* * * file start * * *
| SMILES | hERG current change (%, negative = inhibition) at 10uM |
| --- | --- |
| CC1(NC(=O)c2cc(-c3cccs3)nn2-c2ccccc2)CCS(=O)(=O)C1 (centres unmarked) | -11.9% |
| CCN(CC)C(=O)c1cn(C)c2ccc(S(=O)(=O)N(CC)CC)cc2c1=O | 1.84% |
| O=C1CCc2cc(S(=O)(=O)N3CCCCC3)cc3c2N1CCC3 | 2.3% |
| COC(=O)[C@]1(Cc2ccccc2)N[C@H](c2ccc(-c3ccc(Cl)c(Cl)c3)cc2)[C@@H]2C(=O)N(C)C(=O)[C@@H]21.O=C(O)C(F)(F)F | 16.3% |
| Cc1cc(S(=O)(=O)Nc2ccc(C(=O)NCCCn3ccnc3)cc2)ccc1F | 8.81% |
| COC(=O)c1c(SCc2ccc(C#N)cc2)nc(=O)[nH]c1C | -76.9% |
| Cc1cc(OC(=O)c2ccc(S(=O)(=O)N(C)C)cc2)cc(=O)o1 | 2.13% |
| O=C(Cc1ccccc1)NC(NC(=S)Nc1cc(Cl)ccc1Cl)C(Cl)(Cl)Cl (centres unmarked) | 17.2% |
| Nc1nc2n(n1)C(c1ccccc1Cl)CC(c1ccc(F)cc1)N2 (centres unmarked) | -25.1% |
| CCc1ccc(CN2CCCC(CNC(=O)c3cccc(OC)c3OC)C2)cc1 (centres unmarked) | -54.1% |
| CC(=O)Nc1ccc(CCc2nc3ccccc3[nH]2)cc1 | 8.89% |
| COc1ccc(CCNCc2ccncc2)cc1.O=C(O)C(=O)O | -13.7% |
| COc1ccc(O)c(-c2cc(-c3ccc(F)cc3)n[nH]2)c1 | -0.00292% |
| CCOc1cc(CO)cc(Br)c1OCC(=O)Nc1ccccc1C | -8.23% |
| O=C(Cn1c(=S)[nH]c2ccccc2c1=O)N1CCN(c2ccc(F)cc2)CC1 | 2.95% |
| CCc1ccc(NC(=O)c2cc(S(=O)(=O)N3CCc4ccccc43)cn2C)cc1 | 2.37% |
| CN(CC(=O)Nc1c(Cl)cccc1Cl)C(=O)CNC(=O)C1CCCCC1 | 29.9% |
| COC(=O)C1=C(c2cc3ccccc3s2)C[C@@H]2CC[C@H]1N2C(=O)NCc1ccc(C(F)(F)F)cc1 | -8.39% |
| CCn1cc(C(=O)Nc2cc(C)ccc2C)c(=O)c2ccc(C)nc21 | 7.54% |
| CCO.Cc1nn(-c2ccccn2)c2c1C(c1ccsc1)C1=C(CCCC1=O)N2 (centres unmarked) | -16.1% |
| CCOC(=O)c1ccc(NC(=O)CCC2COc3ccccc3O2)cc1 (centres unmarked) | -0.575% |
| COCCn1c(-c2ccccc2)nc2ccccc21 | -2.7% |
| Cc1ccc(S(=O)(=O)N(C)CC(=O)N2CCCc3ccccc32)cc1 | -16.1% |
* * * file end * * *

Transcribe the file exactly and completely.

| SMILES | hERG current change (%, negative = inhibition) at 10uM |
| --- | --- |
| CC1(NC(=O)c2cc(-c3cccs3)nn2-c2ccccc2)CCS(=O)(=O)C1 (centres unmarked) | -11.9% |
| CCN(CC)C(=O)c1cn(C)c2ccc(S(=O)(=O)N(CC)CC)cc2c1=O | 1.84% |
| O=C1CCc2cc(S(=O)(=O)N3CCCCC3)cc3c2N1CCC3 | 2.3% |
| COC(=O)[C@]1(Cc2ccccc2)N[C@H](c2ccc(-c3ccc(Cl)c(Cl)c3)cc2)[C@@H]2C(=O)N(C)C(=O)[C@@H]21.O=C(O)C(F)(F)F | 16.3% |
| Cc1cc(S(=O)(=O)Nc2ccc(C(=O)NCCCn3ccnc3)cc2)ccc1F | 8.81% |
| COC(=O)c1c(SCc2ccc(C#N)cc2)nc(=O)[nH]c1C | -76.9% |
| Cc1cc(OC(=O)c2ccc(S(=O)(=O)N(C)C)cc2)cc(=O)o1 | 2.13% |
| O=C(Cc1ccccc1)NC(NC(=S)Nc1cc(Cl)ccc1Cl)C(Cl)(Cl)Cl (centres unmarked) | 17.2% |
| Nc1nc2n(n1)C(c1ccccc1Cl)CC(c1ccc(F)cc1)N2 (centres unmarked) | -25.1% |
| CCc1ccc(CN2CCCC(CNC(=O)c3cccc(OC)c3OC)C2)cc1 (centres unmarked) | -54.1% |
| CC(=O)Nc1ccc(CCc2nc3ccccc3[nH]2)cc1 | 8.89% |
| COc1ccc(CCNCc2ccncc2)cc1.O=C(O)C(=O)O | -13.7% |
| COc1ccc(O)c(-c2cc(-c3ccc(F)cc3)n[nH]2)c1 | -0.00292% |
| CCOc1cc(CO)cc(Br)c1OCC(=O)Nc1ccccc1C | -8.23% |
| O=C(Cn1c(=S)[nH]c2ccccc2c1=O)N1CCN(c2ccc(F)cc2)CC1 | 2.95% |
| CCc1ccc(NC(=O)c2cc(S(=O)(=O)N3CCc4ccccc43)cn2C)cc1 | 2.37% |
| CN(CC(=O)Nc1c(Cl)cccc1Cl)C(=O)CNC(=O)C1CCCCC1 | 29.9% |
| COC(=O)C1=C(c2cc3ccccc3s2)C[C@@H]2CC[C@H]1N2C(=O)NCc1ccc(C(F)(F)F)cc1 | -8.39% |
| CCn1cc(C(=O)Nc2cc(C)ccc2C)c(=O)c2ccc(C)nc21 | 7.54% |
| CCO.Cc1nn(-c2ccccn2)c2c1C(c1ccsc1)C1=C(CCCC1=O)N2 (centres unmarked) | -16.1% |
| CCOC(=O)c1ccc(NC(=O)CCC2COc3ccccc3O2)cc1 (centres unmarked) | -0.575% |
| COCCn1c(-c2ccccc2)nc2ccccc21 | -2.7% |
| Cc1ccc(S(=O)(=O)N(C)CC(=O)N2CCCc3ccccc32)cc1 | -16.1% |